Both the previous owner and the one before that are members of my offroad group (I joined shortly after getting this truck). The previous owner had a bunch of stuff put on the truck (including air locker), but drove it only a few hundred miles over 2 years. The second-previous owner (an experienced amateur mechanic) said the front axle "is basically all new" -- he said he thought he did the rebuild at 13Xk, but based on CarFax, I don't think he owned it until 145k (he works on a lot of cars, so not surprising his memory may not be perfect).

Possible things to try
I can think of a number of things that hypothetically might address the issue:
  1. New non-beadlock wheels + new smaller (35"?) tires
  2. Knuckle rebuild, including new wheel bearings
  3. Install steering damper
  4. Add a front sway bar
  5. Replace some of the front axle components (not sure which ones)
I'd be happy to do any of these to fix the issue, but doing all of them would be very expensive, especially when it seems like there's no guarantee that even doing all of these things would fix it. #2 seems like the leading candidate to address any wheel bearing problems, but it seems like the fact that there's no play in the wheels wiggling at 12 and 6 would suggest that the wheel bearings aren't the issue (plus, the wheel bearings were probably replaced 20k ago). #3 will probably "help", but if it were just hiding the underlying issue, that seems like it would actually make things worse by making the underlying problem harder to find. Could #4 actually affect death wobble? I'm not sure what I would be targeting in #5; are there any components that might be causing the wobble? #1 seems like the most likely solution (but I don't really know what I'm talking about yet), but $3k-$4k is awfully steep for "most likely". I want to get non-beadlock wheels eventually in any case, but I really like the Coopers and would like to keep 37s if I can figure out this death wobble issue.

Thanks for reading; thoughts?
 
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I'll mention lone more thing, since you might not be aware of it. When you're putting fasteners back on suspension parts, alignment can be especially difficult. Everything is really heavy, and the tires being stuck on the ground means that they can't be moved more than the tire's sidewall deflection. So always be sure that, for example, your Panhard bolts thread in with minimal resistance until they've threaded in far enough to actually be clamping down on the Panhard.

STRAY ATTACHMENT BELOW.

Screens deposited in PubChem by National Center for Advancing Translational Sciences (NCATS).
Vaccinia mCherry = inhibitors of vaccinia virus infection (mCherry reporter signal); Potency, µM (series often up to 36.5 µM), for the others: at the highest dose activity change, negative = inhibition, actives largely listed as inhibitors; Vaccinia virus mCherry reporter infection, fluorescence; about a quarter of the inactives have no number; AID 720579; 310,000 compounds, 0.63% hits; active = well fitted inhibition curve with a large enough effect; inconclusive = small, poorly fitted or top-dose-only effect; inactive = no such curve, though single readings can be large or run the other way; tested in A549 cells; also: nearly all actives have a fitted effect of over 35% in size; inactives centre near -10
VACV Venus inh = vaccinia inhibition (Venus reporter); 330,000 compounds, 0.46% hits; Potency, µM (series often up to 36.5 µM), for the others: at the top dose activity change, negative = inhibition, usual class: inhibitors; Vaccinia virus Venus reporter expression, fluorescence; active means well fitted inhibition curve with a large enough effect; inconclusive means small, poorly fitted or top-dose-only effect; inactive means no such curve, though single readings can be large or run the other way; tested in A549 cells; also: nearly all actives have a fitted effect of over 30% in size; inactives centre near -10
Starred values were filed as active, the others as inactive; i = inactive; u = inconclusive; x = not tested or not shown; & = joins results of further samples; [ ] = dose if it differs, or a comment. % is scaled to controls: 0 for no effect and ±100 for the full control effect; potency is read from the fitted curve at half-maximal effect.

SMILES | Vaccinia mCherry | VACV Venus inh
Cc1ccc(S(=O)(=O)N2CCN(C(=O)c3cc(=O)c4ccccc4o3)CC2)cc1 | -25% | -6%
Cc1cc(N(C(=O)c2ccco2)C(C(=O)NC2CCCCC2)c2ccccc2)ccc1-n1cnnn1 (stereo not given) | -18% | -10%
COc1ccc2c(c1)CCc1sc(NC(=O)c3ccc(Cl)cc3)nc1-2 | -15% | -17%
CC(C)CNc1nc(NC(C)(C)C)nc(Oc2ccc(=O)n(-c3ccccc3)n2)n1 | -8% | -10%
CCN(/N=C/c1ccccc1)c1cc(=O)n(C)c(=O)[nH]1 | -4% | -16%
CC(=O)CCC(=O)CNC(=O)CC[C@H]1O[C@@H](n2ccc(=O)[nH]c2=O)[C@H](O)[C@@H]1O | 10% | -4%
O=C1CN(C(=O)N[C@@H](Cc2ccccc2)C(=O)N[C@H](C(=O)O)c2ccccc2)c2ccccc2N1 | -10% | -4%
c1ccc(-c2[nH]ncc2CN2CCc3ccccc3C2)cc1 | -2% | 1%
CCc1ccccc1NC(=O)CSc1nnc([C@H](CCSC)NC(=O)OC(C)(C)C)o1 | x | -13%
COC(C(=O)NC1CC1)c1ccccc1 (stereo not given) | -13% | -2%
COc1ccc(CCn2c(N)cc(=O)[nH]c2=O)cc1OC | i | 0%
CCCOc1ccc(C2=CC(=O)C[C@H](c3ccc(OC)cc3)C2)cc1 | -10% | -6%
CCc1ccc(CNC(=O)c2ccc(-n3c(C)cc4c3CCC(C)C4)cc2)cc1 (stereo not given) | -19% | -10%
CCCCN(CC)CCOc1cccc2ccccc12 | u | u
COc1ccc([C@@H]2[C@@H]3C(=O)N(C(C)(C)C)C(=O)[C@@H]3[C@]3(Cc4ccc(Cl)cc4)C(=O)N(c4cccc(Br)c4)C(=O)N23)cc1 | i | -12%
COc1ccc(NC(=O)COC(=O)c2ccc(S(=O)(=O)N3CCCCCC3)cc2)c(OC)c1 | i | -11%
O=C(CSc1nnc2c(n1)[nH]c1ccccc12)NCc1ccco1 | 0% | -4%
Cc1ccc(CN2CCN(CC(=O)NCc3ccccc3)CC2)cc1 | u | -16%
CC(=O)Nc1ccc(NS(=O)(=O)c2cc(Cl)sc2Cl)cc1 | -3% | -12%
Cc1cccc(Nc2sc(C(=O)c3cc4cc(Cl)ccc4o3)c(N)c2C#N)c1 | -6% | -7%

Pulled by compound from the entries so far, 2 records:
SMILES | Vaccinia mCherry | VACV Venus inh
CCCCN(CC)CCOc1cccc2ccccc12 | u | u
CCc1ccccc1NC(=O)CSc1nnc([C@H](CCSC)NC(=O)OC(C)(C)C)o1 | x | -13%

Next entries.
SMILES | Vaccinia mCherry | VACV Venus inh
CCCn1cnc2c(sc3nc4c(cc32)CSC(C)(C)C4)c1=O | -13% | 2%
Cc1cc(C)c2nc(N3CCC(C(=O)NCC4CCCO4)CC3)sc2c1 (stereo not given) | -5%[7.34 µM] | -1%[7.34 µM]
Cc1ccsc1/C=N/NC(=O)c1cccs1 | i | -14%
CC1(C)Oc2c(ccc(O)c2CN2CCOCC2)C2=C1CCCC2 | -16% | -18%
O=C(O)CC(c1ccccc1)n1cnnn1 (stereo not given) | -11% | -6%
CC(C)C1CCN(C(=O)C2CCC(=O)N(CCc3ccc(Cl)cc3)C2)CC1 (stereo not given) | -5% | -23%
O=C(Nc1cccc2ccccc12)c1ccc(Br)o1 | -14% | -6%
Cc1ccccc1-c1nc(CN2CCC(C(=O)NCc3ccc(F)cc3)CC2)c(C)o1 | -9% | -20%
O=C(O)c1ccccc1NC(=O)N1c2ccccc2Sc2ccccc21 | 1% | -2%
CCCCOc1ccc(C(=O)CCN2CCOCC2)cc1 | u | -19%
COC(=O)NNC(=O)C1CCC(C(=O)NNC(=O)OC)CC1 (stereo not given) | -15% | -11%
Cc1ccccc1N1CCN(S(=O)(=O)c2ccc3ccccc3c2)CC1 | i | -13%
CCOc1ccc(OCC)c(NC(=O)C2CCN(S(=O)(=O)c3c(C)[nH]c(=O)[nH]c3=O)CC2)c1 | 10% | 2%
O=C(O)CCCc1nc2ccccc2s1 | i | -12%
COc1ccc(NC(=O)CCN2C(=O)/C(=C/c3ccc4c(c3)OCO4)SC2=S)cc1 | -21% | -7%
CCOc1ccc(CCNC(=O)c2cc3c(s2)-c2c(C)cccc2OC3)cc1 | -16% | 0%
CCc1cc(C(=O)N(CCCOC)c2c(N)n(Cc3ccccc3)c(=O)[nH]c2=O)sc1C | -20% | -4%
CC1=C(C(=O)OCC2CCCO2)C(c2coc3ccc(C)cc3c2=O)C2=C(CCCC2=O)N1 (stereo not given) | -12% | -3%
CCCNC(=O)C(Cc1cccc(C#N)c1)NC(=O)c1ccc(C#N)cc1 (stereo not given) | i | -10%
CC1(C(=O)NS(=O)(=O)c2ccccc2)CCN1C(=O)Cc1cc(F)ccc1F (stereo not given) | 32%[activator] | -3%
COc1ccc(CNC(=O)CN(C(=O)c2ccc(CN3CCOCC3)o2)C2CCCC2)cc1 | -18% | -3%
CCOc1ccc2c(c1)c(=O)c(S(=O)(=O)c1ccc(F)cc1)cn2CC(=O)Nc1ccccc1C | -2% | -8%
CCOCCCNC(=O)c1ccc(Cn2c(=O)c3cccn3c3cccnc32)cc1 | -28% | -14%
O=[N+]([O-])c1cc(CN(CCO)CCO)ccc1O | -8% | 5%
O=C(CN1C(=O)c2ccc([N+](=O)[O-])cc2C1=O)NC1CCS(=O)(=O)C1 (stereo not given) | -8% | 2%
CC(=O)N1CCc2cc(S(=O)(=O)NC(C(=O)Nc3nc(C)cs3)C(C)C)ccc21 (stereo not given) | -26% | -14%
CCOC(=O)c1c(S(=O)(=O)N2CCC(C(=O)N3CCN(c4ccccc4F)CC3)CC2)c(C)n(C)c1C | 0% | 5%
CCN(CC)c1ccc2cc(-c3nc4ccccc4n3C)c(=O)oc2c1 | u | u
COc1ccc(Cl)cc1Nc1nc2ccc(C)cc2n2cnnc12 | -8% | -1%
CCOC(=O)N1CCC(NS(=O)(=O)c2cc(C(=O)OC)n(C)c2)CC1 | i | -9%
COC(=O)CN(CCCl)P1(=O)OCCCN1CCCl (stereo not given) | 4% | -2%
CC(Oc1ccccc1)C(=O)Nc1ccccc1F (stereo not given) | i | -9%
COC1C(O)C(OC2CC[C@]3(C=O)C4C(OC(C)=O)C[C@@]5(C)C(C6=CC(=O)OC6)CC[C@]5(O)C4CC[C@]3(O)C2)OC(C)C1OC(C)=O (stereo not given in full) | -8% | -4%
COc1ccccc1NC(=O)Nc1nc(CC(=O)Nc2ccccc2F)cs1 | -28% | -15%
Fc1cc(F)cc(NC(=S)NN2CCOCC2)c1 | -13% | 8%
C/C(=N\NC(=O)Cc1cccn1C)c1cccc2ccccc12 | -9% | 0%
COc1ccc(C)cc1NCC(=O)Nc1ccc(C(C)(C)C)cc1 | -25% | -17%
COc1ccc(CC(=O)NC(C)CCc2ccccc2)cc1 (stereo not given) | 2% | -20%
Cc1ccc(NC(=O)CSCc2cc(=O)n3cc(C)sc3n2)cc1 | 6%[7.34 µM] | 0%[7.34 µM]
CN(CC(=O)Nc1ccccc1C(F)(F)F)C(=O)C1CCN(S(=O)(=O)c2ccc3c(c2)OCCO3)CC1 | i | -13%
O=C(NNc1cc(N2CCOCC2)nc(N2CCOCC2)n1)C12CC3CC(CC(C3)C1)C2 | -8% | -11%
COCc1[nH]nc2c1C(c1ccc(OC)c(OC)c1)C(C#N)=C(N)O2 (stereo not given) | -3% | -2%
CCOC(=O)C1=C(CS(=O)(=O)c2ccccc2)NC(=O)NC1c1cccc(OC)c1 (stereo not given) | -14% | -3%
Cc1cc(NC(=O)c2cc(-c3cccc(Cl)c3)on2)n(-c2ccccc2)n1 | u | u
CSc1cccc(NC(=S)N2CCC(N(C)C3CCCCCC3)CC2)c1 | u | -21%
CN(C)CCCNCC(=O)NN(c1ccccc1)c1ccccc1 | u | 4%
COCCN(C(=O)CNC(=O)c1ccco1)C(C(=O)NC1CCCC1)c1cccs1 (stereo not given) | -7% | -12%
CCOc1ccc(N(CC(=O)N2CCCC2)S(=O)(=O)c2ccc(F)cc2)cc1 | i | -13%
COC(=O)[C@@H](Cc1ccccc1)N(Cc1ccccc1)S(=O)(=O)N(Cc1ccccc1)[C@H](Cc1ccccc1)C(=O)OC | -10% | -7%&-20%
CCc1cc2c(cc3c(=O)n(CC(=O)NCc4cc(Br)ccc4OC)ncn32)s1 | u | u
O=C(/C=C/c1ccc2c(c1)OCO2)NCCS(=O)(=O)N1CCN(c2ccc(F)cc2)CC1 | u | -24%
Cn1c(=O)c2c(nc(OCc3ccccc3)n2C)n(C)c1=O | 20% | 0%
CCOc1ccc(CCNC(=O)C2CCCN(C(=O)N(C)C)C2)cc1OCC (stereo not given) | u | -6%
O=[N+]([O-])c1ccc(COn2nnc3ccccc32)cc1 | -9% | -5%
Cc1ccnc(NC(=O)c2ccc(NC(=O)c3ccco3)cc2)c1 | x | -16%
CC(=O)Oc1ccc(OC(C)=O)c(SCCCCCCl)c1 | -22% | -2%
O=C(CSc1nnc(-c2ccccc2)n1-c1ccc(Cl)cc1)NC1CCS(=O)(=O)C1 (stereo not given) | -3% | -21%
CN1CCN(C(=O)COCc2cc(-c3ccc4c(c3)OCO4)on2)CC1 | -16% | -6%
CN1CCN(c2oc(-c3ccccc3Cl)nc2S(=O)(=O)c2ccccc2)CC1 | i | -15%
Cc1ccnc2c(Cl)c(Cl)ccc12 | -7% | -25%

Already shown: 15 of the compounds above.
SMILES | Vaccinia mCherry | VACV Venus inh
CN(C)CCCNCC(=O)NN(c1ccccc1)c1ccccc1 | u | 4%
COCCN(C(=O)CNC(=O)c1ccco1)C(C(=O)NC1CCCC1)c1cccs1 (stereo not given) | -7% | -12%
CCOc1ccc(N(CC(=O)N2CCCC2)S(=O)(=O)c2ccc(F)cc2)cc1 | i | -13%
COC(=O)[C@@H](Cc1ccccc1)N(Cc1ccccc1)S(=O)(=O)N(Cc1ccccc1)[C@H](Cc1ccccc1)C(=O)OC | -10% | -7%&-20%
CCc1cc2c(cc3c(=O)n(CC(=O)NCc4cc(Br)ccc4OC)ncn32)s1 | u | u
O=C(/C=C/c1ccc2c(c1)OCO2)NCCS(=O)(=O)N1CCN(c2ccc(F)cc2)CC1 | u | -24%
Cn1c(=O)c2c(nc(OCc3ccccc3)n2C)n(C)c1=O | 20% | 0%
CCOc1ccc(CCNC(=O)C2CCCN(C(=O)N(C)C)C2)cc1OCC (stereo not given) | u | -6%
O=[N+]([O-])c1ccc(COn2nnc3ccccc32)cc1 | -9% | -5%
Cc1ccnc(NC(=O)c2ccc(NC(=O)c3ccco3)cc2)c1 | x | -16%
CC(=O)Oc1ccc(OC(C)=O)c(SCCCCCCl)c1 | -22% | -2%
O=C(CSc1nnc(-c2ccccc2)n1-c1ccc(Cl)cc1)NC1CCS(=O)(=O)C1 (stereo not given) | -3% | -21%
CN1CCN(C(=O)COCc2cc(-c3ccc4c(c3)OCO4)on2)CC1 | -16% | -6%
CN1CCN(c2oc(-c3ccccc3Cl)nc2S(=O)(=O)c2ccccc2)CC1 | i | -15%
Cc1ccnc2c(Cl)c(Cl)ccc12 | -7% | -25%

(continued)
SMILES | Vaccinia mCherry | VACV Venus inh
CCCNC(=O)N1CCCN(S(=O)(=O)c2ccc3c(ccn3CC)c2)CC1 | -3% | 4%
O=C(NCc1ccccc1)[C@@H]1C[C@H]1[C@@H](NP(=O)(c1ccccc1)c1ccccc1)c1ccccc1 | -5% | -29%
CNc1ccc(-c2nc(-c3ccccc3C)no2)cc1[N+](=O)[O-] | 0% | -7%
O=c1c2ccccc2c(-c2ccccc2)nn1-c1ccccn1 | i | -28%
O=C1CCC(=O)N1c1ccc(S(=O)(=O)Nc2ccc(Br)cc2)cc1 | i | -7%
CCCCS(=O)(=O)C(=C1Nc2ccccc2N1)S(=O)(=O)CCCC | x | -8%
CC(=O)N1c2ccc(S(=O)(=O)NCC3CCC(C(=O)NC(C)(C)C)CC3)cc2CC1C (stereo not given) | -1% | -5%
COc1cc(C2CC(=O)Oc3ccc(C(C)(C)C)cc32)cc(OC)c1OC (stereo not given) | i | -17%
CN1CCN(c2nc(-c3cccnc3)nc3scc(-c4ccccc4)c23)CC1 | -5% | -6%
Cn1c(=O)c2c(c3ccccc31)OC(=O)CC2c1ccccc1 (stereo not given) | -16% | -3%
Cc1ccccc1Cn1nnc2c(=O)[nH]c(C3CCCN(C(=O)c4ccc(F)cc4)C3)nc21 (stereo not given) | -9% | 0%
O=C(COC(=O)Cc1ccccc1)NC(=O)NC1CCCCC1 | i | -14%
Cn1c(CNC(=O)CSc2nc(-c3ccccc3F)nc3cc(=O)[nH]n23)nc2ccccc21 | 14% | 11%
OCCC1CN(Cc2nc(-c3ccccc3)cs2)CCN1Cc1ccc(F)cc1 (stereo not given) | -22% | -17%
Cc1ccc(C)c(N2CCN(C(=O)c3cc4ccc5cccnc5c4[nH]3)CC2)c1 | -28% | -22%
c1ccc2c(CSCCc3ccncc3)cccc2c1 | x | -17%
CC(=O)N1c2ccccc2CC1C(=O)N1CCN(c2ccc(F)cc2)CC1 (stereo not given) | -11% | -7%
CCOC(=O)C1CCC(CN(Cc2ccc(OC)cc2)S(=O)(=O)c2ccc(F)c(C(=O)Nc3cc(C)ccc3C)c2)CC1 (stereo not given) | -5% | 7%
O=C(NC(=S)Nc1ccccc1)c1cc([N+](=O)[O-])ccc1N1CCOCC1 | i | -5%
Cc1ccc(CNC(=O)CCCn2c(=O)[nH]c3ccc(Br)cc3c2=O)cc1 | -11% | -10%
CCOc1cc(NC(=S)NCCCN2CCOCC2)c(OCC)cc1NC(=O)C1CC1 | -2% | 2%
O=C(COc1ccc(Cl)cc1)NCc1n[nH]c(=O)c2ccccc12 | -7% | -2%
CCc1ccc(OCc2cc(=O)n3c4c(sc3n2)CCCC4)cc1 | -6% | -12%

If parts are misaligned, it's easy to get false torque readings, and many a newb mechanic has sheared bolts or welded nuts trying to get them threaded in. Sometimes the home mechanic has to have the vehicle on jack stands, then use a rolling jack to get an axle into alignment, and/or use a pry bar to hold things in alignment while threading in a fastener.
 
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Across the pond, and upside down
I'll mention lone more thing, since you might not be aware of it. When you're putting fasteners back on suspension parts, alignment can be especially difficult. Everything is really heavy, and the tires being stuck on the ground means that they can't be moved more than the tire's sidewall deflection. So always be sure that, for example, your Panhard bolts thread in with minimal resistance until they've threaded in far enough to actually be clamping down on the Panhard.

If parts are misaligned, it's easy to get false torque readings, and many a newb mechanic has sheared bolts or welded nuts trying to get them threaded in. Sometimes the home mechanic has to have the vehicle on jack stands, then use a rolling jack to get an axle into alignment, and/or use a pry bar to hold things in alignment while threading in a fastener.

Good point.
Also, torque suspension bolts when the vehicle is resting at ride height, not on chassis stands with axles drooped
 

alia176

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To add to the above, only torque NON flanged suspension hardware. The flanged hardware have four serrations that bite into the metal and turning them is a big no no 😁